Only few times one has the pleasure to chat with someone so convinced about generosity as a mean to procure everyone else’s enjoyment. If that ‘someone’ happens to be Diego Guerrero – one of Spain’s best chefs – then the conversation becomes irresistible.
Diego Guerrero (Vitoria, 1975) is one of the hottest Spanish chefs of the moment. His Madrid-based restaurant DSTAgE is just turned one year with a Michelin-star under its belt and an impressive record of spectacular reviews.
Guerrero started his career as a Head Chef of El Refor, a restaurant located in the Basque city of Álava. Despite being only 23 at the time, he was able to turn an unnoted business into a flagship reference for the new Basque cuisine.
Not content with this, his restless personality pushed him then away from his beloved Basque Country and into the Spanish capital city. Once in Madrid, he took over the kitchens of El Club Allard, a private members club based in a modernist palace next to Plaza de España. His arrival established a before and after in the history of the club, which advised by Guerrero, opened his restaurant to non-members, quickly turning its tables into some of the most desired ones of the capital. Soon it would arrive the ‘Best Restaurant’ award at Madrid Fusión and the recognition from the Michelin guide, with one star awarded in 2007 and a second one in 2011.
Things couldn’t go any better for the chef. But then, in October 2013, he surprised everyone announcing that after 10 years working at El Club Allard, he was ready to open a new chapter in his life.
Nearly two years after the announcement, Diego Guerrero welcomes us today in his very own home, one to be enjoyed in jeans and with Bruce Springsteen’s music in the background. A place to relax and talk about the importance of looking outside the plate. Let’s the show start!
To enter DSTAgE is to teleport yourself to a loft in downtown Manhattan. High ceilings, brick walls, wooden tables and a small but beautifully-designed bar where to welcome the customers. Only one element breaks the industrial atmosphere of the place, a statement of principles painted by Guerrero’s mum herself. It says “Daysto Smell Taste Amaze grow & Enjoy”.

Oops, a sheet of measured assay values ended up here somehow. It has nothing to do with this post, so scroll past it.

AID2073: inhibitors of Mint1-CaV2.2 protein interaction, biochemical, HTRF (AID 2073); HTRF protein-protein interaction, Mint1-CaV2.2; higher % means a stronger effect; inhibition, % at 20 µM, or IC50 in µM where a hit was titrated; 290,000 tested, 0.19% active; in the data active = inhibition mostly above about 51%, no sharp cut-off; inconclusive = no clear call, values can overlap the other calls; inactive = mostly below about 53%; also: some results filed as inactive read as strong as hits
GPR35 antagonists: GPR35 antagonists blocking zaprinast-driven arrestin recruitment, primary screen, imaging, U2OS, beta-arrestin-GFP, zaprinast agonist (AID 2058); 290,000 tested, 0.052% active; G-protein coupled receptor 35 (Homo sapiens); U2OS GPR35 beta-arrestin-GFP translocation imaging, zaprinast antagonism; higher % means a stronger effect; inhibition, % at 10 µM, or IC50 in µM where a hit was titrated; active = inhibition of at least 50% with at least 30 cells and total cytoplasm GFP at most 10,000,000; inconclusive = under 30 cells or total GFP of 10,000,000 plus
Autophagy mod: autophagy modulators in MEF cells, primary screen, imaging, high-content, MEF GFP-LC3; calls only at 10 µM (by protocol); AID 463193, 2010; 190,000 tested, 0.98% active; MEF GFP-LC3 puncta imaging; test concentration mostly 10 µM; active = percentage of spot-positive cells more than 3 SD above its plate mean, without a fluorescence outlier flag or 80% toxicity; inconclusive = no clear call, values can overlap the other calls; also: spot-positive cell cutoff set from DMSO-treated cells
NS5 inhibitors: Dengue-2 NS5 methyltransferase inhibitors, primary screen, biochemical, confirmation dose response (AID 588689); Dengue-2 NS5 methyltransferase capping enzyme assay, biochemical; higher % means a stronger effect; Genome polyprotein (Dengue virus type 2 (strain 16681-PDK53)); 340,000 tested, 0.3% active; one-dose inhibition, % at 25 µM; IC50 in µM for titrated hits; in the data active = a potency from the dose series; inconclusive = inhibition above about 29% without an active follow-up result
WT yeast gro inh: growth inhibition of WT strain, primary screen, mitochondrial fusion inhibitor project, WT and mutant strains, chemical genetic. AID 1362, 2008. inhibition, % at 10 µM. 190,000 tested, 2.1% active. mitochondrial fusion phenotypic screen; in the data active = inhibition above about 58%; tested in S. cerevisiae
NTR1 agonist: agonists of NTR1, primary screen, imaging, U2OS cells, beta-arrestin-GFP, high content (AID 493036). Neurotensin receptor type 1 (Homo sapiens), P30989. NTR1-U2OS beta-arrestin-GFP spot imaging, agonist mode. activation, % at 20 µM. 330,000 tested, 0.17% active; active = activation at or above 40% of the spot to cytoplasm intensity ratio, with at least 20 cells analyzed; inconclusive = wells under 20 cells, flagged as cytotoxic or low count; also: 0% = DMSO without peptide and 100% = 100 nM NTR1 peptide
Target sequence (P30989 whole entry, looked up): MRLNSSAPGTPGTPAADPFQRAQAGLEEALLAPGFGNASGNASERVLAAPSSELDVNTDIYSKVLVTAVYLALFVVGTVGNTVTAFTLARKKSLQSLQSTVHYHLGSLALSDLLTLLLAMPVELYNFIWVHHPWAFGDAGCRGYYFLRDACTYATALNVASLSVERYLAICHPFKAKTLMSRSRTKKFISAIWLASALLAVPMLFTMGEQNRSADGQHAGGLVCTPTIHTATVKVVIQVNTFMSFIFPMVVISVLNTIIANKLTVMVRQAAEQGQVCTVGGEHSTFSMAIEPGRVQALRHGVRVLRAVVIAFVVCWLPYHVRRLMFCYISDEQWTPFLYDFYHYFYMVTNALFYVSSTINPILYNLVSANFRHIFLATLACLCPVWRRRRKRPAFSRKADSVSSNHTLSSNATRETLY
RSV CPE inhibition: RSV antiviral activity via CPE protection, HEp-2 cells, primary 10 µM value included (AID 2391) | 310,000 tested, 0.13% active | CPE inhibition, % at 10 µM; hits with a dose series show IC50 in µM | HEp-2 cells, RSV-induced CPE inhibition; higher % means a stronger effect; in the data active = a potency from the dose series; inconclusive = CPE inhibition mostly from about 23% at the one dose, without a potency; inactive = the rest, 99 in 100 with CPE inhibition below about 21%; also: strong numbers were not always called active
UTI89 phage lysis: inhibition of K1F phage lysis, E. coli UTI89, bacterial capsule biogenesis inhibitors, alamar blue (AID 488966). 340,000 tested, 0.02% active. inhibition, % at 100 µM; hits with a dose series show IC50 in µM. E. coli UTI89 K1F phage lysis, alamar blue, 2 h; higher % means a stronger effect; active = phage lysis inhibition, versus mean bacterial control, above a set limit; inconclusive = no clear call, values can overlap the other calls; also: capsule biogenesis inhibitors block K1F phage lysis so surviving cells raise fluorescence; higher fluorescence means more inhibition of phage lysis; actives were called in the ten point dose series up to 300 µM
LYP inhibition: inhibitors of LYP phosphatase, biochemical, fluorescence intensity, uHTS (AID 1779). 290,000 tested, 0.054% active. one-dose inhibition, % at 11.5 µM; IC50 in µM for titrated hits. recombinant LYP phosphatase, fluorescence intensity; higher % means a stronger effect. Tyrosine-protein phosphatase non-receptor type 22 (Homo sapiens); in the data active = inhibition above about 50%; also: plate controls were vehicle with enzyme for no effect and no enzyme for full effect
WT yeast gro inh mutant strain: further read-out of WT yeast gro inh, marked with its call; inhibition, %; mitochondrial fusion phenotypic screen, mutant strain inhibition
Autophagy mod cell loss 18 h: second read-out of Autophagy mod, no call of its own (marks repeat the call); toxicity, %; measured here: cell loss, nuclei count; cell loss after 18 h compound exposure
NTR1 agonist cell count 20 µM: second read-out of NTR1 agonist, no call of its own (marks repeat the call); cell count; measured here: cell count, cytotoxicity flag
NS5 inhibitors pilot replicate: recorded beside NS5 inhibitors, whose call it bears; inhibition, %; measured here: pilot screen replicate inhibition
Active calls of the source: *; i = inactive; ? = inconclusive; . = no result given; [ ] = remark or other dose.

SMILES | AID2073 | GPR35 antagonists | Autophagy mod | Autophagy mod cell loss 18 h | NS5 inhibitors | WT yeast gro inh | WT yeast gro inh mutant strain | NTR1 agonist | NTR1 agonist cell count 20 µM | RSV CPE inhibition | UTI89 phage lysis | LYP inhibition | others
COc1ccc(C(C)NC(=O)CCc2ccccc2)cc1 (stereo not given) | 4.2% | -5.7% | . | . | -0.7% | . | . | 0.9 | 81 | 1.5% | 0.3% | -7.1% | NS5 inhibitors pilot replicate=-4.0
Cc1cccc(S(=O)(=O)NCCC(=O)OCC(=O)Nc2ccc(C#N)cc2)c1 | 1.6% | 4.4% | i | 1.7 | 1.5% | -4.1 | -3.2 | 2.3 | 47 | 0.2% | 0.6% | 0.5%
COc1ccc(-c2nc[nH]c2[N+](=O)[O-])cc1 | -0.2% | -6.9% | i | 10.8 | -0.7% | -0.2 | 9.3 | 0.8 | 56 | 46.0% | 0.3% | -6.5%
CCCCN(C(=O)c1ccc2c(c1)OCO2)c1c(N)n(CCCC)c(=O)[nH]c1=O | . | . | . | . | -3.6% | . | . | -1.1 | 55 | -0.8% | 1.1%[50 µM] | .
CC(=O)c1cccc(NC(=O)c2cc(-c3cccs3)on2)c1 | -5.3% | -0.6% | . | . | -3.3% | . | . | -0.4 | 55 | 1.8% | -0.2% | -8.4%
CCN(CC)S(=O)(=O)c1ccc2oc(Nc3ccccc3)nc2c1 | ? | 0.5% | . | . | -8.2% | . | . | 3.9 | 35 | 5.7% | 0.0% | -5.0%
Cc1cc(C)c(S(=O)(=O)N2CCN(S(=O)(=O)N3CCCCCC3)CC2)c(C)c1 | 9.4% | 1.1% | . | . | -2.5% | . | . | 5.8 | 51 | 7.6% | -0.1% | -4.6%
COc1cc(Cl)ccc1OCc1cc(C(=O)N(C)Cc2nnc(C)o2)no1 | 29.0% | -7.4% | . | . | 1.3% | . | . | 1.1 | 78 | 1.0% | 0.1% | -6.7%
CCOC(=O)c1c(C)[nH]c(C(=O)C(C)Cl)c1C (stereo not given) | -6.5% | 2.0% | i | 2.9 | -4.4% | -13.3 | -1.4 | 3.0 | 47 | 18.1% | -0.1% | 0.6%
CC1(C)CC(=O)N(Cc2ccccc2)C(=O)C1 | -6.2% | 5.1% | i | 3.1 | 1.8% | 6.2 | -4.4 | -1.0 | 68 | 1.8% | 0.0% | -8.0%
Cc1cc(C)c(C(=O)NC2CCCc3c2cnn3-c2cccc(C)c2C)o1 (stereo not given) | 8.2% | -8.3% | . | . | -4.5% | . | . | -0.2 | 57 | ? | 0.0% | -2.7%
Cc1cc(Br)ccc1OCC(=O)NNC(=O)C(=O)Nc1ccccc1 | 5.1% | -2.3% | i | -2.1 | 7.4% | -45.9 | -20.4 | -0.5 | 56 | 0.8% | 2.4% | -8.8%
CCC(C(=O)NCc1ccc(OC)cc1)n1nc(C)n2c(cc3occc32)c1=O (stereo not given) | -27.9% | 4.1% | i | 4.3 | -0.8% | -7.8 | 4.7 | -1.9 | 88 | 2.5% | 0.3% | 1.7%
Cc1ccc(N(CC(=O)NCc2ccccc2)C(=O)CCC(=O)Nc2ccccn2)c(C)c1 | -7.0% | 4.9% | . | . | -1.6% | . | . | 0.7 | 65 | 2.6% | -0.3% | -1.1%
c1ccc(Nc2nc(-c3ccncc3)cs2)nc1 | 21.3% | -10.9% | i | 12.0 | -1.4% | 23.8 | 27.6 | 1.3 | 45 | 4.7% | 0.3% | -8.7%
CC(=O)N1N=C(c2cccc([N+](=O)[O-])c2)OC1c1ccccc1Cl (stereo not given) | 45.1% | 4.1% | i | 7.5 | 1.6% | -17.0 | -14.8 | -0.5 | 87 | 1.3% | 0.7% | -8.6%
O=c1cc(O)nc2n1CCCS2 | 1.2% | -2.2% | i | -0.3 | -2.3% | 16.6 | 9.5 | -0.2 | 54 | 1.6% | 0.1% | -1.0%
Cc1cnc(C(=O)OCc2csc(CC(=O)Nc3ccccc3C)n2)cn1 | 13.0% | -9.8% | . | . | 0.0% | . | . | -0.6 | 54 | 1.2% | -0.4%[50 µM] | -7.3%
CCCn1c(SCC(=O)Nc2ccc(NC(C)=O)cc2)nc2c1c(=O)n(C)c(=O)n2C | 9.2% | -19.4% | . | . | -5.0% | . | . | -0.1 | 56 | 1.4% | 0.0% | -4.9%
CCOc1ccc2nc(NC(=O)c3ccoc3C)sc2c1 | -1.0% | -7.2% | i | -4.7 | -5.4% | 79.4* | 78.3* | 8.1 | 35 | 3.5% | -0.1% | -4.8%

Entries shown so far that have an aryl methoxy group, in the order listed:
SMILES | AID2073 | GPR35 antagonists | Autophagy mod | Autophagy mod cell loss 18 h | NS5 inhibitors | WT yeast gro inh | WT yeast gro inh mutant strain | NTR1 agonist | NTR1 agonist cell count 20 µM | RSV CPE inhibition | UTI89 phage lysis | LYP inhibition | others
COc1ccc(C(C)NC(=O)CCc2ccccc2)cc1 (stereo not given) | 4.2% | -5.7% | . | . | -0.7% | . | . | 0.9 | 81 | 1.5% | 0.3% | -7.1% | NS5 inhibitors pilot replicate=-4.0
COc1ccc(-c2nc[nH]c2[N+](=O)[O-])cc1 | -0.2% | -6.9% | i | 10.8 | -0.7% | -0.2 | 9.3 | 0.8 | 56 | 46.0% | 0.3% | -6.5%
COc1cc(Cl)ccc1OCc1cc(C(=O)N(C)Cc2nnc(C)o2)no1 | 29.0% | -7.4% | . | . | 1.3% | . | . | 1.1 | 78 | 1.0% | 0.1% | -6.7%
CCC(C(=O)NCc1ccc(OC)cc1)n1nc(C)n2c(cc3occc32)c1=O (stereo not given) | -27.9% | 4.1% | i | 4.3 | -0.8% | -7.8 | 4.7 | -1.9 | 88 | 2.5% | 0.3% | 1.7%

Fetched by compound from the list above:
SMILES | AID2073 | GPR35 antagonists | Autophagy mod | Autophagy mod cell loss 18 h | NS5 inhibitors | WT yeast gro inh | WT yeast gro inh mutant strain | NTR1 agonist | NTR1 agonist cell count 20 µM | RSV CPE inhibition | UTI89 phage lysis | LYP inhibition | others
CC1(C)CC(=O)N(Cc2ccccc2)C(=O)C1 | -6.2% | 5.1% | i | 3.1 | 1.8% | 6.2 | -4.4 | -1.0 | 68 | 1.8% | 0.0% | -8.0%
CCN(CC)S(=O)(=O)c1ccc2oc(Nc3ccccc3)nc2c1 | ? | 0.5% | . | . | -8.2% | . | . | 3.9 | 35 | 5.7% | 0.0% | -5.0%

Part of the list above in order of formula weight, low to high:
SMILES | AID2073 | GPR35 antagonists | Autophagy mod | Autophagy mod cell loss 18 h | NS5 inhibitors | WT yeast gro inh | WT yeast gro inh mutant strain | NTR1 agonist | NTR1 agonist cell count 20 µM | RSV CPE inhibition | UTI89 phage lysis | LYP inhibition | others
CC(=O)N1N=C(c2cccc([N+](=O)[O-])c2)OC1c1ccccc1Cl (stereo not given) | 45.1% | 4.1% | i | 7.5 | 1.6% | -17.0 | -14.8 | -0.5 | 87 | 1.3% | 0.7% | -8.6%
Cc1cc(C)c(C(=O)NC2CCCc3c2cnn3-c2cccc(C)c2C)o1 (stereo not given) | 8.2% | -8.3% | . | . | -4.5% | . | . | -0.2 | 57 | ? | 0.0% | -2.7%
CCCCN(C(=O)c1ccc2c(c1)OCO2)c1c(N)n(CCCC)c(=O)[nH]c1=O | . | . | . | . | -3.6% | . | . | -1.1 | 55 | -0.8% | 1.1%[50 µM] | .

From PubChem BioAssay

“I believe more in the attitude than in the aptitude”
It’s 10 am and the stuff is very active already. Whilst he invites us to sit down in one of the tables, Diego keeps observing every detail around him. “Here we’re all like a family. I’m very Basque when it comes to the way I relate to my team” he says. During the whole interview, we witness that sense of family. Chefs coming and going with a relaxed smile on their faces, apparently loving their job. “All the Head Chefs have been my students first. The rest are all interns. Perhaps many people think that it’s crazy to have this sort of junior-heavy team structure, but I believe more in the attitude than in the aptitude. Here we make elaborations that are not done anywhere else in the world, so needless to say, the more they know about cooking, the better. But what really matters to me is to have smart, pro-active and motivated people. People who are team players and have a good attitude towards work but also towards their colleagues. We spend an average of 14 hours a day together, so I rather working in a pleasant environment where we all have fun and come happy to work”.